I did not invent the Internet, and Al Gore never claimed to have done so, either, but three decades back I was hanging around a doctoral candidate at Emory who had arrived there full of the almost entirely untranslated work of a philosopher named Jacques Derrida, and determined to translate and annotate his most esoteric volume on Husserl as his dissertation (p.s.: he did).
Not all that many years later, the guy’s dissertation director (and mine) wrote to me about having been asked for yet another survey article on deconstruction, with the observation “When the nuns and the Republicans want you to explain it to them, you know it is over.”
By that standard, Tokion magazine is not over any more than Juxtapoz is, but when Abrams puts out a handsome anthology from the one (titled Revisionaries) and artists from the other are featured in museum retrospectives, one begins to wonder if the political conventions can be far after. On the other hand, it has taken forty years for Mike Huckabee to fantasize about having the Rolling Stones play at his inaugural ball, so perhaps Tokion is safe for another thirty.
Juxtapoz, though, comes out of an aesthetic that is as old as the emergence of deconstruction, and it is only its relentless pursuit of its codified aesthetic that keeps it outside the realms of respectability. It took fifty years for Jack Kerouac to appear in the same archival format as Walt Whitrman’s barbaric yawp, though it took less time for Howl to be read for class at the military academies, presumably with the prim asterisks still in place in the umpteenth City Lights edition.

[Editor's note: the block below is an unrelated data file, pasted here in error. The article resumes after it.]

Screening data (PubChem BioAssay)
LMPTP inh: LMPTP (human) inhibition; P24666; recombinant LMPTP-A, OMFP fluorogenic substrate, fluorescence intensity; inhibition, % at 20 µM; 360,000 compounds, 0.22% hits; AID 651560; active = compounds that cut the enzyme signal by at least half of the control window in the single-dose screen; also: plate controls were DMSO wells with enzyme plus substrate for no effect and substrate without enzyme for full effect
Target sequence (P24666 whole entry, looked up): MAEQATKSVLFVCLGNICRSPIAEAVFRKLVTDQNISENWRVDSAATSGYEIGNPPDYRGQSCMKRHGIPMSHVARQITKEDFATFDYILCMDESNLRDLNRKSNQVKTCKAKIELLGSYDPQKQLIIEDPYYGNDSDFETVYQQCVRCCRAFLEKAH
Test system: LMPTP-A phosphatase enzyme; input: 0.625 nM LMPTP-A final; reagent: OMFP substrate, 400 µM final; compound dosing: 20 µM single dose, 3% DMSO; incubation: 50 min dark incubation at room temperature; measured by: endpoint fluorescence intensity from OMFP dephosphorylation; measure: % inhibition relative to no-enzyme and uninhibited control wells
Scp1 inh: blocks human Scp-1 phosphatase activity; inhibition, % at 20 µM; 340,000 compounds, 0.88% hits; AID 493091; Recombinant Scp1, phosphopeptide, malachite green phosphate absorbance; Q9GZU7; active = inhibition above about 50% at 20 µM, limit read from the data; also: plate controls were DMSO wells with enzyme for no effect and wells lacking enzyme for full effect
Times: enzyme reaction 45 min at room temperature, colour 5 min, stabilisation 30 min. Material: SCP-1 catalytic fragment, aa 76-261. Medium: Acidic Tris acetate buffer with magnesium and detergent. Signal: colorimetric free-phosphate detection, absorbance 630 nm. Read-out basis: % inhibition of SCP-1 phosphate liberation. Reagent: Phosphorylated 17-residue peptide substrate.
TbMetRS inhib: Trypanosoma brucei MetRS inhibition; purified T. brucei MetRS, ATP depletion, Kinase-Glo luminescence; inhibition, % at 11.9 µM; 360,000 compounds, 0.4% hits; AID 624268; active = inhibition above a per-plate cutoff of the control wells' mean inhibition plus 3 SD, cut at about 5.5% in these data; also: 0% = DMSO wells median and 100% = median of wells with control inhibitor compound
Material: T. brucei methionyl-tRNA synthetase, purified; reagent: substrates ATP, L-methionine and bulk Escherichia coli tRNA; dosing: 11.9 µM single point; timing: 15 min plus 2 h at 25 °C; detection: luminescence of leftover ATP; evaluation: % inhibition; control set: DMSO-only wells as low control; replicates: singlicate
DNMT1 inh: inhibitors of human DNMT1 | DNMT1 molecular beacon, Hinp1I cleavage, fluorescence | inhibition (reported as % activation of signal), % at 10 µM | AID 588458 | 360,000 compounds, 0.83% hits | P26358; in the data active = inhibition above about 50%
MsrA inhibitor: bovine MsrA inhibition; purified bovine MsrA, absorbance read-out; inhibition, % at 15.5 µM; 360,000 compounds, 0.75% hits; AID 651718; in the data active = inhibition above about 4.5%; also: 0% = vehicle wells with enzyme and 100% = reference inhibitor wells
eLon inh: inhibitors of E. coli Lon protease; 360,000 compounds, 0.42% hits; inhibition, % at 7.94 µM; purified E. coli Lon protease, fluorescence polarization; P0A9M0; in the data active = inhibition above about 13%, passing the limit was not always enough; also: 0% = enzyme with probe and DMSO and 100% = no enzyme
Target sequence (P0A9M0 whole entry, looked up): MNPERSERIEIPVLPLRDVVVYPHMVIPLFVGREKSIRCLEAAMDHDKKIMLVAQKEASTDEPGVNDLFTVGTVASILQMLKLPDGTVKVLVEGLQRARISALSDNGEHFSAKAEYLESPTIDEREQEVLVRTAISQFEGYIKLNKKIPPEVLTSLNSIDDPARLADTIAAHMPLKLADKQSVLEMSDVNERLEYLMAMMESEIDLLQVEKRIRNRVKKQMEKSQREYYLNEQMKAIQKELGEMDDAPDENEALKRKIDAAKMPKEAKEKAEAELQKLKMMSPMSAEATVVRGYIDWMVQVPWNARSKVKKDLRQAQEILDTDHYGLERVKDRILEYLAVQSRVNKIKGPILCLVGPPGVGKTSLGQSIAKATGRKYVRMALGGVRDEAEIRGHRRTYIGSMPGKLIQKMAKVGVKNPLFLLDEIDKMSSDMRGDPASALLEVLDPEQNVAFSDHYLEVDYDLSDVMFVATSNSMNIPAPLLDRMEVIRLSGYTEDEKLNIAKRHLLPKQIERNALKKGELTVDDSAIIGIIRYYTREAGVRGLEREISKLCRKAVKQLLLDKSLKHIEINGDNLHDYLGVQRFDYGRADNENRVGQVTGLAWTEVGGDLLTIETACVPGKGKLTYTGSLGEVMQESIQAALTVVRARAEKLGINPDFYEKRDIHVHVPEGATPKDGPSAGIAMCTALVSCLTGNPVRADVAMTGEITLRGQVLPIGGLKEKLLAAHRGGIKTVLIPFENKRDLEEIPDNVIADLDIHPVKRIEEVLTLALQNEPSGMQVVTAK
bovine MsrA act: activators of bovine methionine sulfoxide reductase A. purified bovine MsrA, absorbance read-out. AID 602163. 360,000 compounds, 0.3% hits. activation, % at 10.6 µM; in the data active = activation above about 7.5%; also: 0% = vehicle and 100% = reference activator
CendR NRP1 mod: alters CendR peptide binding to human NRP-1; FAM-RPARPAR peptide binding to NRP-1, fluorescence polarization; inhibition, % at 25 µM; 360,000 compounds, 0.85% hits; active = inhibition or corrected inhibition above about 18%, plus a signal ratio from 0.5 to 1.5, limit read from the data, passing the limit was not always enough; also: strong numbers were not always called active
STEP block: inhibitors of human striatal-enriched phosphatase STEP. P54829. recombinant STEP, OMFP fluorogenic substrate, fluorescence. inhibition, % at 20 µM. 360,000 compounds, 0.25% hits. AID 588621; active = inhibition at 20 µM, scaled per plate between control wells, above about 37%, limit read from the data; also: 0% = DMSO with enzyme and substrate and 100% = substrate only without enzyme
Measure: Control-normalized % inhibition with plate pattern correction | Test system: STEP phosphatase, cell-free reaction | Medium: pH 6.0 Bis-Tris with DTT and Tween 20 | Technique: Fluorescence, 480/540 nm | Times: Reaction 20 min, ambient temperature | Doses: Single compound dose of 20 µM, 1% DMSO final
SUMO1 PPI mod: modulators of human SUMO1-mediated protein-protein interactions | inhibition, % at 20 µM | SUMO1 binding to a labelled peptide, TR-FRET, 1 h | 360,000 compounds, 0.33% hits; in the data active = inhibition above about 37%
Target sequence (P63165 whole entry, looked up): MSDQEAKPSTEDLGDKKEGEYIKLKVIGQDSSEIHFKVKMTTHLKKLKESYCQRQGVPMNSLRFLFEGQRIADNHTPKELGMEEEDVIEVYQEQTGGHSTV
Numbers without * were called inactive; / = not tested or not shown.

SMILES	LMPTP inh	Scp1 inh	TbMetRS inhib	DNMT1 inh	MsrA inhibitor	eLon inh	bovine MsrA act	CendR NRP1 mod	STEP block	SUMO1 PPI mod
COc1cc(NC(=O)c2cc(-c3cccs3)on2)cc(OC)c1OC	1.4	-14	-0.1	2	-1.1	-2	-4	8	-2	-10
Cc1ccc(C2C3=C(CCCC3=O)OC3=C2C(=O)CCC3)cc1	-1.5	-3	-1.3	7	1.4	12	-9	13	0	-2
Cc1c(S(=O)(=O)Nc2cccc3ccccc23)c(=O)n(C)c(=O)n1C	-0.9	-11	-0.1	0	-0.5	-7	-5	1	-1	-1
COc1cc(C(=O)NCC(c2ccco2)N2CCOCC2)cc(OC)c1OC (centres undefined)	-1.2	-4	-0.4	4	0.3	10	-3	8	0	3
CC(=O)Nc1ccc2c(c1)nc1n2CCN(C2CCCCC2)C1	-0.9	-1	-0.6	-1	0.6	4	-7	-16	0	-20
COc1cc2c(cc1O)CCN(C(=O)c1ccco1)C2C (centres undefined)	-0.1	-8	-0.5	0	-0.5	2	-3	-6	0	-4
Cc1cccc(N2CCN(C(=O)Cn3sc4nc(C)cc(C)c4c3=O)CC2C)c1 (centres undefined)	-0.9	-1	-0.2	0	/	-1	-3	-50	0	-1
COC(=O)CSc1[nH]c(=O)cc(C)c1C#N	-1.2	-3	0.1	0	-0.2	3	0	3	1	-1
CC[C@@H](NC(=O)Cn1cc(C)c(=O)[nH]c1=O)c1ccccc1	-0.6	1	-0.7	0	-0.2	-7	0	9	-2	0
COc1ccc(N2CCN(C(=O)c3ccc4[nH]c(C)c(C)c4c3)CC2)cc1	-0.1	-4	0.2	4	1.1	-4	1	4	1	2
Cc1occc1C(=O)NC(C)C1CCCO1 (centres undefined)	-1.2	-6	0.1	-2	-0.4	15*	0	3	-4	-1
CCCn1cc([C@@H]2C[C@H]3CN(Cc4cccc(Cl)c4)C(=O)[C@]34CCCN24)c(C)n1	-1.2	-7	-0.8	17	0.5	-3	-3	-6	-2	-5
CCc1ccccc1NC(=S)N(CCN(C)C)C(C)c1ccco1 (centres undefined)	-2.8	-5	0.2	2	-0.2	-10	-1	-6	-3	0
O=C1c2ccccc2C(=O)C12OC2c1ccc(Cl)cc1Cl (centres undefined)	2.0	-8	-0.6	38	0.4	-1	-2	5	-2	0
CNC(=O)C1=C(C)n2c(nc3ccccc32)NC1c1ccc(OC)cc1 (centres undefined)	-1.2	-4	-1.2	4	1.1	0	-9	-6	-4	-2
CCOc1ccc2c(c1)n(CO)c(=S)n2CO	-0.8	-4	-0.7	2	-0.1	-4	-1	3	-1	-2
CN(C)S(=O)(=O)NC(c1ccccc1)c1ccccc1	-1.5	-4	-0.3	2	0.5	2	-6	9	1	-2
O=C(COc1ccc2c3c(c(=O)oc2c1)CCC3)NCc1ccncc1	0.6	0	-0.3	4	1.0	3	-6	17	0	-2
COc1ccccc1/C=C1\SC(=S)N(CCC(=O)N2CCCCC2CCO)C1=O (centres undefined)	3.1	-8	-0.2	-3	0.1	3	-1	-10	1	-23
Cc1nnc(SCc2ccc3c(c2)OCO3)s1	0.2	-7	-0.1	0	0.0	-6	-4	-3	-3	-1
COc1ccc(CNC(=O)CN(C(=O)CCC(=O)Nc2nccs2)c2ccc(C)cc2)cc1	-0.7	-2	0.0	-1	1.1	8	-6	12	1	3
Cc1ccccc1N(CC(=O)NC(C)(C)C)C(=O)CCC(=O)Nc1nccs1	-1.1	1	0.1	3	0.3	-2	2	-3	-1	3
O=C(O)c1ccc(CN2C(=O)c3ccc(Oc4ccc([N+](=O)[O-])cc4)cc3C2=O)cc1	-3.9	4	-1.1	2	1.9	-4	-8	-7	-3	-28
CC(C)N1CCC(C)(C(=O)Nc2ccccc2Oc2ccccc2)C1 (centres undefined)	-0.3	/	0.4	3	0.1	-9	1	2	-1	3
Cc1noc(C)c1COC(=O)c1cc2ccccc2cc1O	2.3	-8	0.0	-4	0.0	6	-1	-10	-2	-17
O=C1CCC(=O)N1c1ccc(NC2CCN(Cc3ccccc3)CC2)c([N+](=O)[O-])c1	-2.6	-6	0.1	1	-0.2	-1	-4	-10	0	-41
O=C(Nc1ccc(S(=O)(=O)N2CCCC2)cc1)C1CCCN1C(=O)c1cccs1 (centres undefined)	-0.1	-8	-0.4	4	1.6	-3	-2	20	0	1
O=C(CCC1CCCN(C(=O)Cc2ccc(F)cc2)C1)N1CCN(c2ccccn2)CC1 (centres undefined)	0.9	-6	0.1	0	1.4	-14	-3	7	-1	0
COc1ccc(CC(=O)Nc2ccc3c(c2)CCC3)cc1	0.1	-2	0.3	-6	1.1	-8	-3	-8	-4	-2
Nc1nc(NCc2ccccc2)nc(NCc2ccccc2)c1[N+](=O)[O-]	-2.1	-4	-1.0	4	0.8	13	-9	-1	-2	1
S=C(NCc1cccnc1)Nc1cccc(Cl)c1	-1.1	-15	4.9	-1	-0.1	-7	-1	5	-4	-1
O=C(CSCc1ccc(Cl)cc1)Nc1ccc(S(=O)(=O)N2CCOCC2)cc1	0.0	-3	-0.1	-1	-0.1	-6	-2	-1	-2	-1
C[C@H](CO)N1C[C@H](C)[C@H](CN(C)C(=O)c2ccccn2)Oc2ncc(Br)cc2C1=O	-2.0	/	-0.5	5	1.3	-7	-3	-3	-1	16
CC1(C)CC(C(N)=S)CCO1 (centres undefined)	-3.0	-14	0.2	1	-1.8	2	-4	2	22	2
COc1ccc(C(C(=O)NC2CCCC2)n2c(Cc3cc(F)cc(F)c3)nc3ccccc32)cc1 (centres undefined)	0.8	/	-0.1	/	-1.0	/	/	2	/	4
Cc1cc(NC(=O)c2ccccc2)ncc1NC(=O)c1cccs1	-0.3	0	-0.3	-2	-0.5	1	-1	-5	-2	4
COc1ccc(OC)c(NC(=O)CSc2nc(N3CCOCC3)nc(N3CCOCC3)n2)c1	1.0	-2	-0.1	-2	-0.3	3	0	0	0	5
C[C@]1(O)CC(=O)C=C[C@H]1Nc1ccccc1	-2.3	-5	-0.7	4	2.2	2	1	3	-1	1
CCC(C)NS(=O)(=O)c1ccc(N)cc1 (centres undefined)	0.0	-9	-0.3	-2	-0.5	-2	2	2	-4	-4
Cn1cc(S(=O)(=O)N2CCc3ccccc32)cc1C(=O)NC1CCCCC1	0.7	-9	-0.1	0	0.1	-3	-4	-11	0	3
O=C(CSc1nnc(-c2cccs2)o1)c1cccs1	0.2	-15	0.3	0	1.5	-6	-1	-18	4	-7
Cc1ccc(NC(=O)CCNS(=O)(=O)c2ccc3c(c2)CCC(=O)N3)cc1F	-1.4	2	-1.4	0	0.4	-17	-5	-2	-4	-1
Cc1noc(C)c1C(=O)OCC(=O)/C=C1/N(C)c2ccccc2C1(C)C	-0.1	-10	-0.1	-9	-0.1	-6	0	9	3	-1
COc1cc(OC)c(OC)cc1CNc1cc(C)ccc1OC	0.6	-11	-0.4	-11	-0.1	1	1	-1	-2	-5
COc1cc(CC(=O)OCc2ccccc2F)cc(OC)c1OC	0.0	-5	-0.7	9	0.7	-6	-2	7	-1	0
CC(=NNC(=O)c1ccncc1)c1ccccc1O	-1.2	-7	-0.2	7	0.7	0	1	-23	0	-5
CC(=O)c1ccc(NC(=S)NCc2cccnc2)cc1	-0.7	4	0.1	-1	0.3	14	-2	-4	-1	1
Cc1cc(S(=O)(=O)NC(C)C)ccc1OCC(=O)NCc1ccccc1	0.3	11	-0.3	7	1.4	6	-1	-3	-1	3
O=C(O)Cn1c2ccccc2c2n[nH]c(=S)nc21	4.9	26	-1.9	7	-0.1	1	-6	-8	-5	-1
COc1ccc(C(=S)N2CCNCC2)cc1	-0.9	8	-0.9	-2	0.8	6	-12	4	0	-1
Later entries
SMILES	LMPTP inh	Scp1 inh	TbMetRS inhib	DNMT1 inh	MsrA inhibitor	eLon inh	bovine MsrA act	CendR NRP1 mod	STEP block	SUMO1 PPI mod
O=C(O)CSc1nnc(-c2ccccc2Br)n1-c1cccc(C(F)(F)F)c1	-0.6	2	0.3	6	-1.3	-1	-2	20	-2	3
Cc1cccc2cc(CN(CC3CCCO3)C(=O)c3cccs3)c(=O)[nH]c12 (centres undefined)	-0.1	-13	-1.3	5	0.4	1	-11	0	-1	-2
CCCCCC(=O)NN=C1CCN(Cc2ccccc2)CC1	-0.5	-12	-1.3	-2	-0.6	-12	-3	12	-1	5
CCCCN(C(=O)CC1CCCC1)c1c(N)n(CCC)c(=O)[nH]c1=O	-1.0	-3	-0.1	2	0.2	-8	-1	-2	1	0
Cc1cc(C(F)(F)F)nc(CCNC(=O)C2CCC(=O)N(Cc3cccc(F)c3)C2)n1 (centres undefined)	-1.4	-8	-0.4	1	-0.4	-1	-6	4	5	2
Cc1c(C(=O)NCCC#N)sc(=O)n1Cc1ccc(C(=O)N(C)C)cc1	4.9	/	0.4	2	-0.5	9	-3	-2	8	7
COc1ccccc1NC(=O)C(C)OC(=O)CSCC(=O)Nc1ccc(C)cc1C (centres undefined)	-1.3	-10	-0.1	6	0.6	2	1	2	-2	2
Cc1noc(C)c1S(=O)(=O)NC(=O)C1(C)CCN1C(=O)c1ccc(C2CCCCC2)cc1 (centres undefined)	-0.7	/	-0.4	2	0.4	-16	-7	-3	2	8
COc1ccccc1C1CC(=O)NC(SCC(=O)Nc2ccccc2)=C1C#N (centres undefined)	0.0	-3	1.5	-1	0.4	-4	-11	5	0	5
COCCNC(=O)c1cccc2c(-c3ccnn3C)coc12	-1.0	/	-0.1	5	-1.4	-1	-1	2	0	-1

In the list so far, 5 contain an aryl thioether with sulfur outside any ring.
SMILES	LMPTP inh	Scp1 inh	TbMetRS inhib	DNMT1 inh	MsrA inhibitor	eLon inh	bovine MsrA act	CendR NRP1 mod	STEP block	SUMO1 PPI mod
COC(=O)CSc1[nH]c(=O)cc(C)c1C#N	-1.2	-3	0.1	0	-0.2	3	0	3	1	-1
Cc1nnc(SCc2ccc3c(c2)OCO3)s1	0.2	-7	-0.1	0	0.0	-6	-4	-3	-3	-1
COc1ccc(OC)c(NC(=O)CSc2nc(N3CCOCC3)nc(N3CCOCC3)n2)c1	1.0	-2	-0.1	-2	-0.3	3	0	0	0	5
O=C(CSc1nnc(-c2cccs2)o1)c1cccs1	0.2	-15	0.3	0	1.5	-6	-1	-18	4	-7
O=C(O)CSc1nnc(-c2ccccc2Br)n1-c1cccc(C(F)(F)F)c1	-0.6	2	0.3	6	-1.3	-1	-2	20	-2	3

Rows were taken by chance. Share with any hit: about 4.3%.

But I was going to write about the Abrams volume of Tokion artists, including the biennial-worthy Marcel Dzama, the all grown up ex-Atlanta graffitist Jose Parla, and many, many more. And there is indeed a consistent aesthetic of transgression to gladden the heart of old Paul McCarthy.
Perhaps it was the recycled psychedelia tucked away here and there in the volume, but I suddenly remembered the aesthetic associated back in the day with the late great San Francisco Oracle…not that there is a blessed thing in common with the copulating couples in yab-yum postures and the Day-Glo evocations of Aubrey Beardsley, but rather the sense that the edge at any given historical moment contains a few visual seeds that will grow into lasting legacies and a lot of crap that will someday seem as embarrassing as paisley and patchouli. (Those of us who were ostentatiously searching for the incredibly rare Beat Generation artifacts of only ten years earlier already turned up our noses at patchouli and paisley. We wore a lot of black and talked about European movies, but both were very hard to come by in most places.)
The skat8punk aesthetic, and graffiti, and the assorted schools of hip-hop have shown greater staying power than psychedelia and acid rock ever did, or even (apart from niche markets) reggae. Hell, it looks like the longest-lived phenomenon of our time is death metal, which just goes on into the third and fourth generations. But skateboarding and graffiti, also, are now raising up the grandchildren of the first-generation founders.
And that sense of tradition is pretty impressive, given how in 1968 hardly anybody celebrated the hipsters of 1943, or remembered the Zoot Suit Riots. (Woody Guthrie was something else, of course, and there was a certain nostalgia for the Old School Authenticity of the Great Depression.)
I, as I say, was crossing the continent to find the tiny number of Tibetan sculptures to be seen in California museums, and modeling myself after the poets of the great Six Gallery reading about which almost nothing could be learned except from battered copies of Evergreen Review. And I still pride myself at being as out of step with the culture as possible; though it is hard to know what to look for these days, when reasonable replicas of zoot suits can be seen on the bods of trendy art dealers and collarless Greek wedding shirts are still best reserved for the anniversary celebrations of yesteryear’s Greek weddings.
I may have found a few things that just about everybody who is either hip or mainstream-tasteful considers embarrassingly awful, so watch this space for further developments.